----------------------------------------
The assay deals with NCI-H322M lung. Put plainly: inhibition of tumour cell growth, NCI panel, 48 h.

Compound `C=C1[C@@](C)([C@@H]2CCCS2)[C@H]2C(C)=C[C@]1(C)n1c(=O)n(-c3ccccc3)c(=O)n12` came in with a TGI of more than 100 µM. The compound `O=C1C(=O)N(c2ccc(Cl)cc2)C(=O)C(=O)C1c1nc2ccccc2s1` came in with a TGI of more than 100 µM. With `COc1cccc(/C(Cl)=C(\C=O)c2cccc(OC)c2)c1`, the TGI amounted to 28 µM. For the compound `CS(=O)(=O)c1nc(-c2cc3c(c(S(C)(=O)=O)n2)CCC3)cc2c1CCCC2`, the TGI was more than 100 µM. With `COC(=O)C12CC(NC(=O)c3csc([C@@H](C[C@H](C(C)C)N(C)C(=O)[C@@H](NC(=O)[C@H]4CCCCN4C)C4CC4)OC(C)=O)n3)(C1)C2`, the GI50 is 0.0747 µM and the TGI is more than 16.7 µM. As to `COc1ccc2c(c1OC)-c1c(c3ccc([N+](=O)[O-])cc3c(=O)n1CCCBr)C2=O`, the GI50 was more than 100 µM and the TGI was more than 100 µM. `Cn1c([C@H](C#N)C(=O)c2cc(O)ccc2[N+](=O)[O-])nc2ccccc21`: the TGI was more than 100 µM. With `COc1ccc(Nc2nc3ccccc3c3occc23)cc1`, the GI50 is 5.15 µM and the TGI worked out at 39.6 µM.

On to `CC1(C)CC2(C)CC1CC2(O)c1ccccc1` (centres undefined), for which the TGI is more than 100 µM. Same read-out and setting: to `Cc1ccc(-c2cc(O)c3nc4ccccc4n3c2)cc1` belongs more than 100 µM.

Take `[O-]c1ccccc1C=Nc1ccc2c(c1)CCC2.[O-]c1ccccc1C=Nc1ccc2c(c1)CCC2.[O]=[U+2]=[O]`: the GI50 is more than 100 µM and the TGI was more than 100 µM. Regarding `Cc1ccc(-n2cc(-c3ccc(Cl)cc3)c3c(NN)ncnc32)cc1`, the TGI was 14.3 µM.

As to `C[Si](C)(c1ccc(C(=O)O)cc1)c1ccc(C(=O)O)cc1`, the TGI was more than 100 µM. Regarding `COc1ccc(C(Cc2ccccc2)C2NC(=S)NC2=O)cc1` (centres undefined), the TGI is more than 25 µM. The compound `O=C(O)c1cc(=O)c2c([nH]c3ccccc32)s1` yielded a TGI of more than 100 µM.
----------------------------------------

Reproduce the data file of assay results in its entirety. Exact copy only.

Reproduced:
The assay deals with NCI-H322M lung. Put plainly: inhibition of tumour cell growth, NCI panel, 48 h.

Compound `C=C1[C@@](C)([C@@H]2CCCS2)[C@H]2C(C)=C[C@]1(C)n1c(=O)n(-c3ccccc3)c(=O)n12` came in with a TGI of more than 100 µM. The compound `O=C1C(=O)N(c2ccc(Cl)cc2)C(=O)C(=O)C1c1nc2ccccc2s1` came in with a TGI of more than 100 µM. With `COc1cccc(/C(Cl)=C(\C=O)c2cccc(OC)c2)c1`, the TGI amounted to 28 µM. For the compound `CS(=O)(=O)c1nc(-c2cc3c(c(S(C)(=O)=O)n2)CCC3)cc2c1CCCC2`, the TGI was more than 100 µM. With `COC(=O)C12CC(NC(=O)c3csc([C@@H](C[C@H](C(C)C)N(C)C(=O)[C@@H](NC(=O)[C@H]4CCCCN4C)C4CC4)OC(C)=O)n3)(C1)C2`, the GI50 is 0.0747 µM and the TGI is more than 16.7 µM. As to `COc1ccc2c(c1OC)-c1c(c3ccc([N+](=O)[O-])cc3c(=O)n1CCCBr)C2=O`, the GI50 was more than 100 µM and the TGI was more than 100 µM. `Cn1c([C@H](C#N)C(=O)c2cc(O)ccc2[N+](=O)[O-])nc2ccccc21`: the TGI was more than 100 µM. With `COc1ccc(Nc2nc3ccccc3c3occc23)cc1`, the GI50 is 5.15 µM and the TGI worked out at 39.6 µM.

On to `CC1(C)CC2(C)CC1CC2(O)c1ccccc1` (centres undefined), for which the TGI is more than 100 µM. Same read-out and setting: to `Cc1ccc(-c2cc(O)c3nc4ccccc4n3c2)cc1` belongs more than 100 µM.

Take `[O-]c1ccccc1C=Nc1ccc2c(c1)CCC2.[O-]c1ccccc1C=Nc1ccc2c(c1)CCC2.[O]=[U+2]=[O]`: the GI50 is more than 100 µM and the TGI was more than 100 µM. Regarding `Cc1ccc(-n2cc(-c3ccc(Cl)cc3)c3c(NN)ncnc32)cc1`, the TGI was 14.3 µM.

As to `C[Si](C)(c1ccc(C(=O)O)cc1)c1ccc(C(=O)O)cc1`, the TGI was more than 100 µM. Regarding `COc1ccc(C(Cc2ccccc2)C2NC(=S)NC2=O)cc1` (centres undefined), the TGI is more than 25 µM. The compound `O=C(O)c1cc(=O)c2c([nH]c3ccccc32)s1` yielded a TGI of more than 100 µM.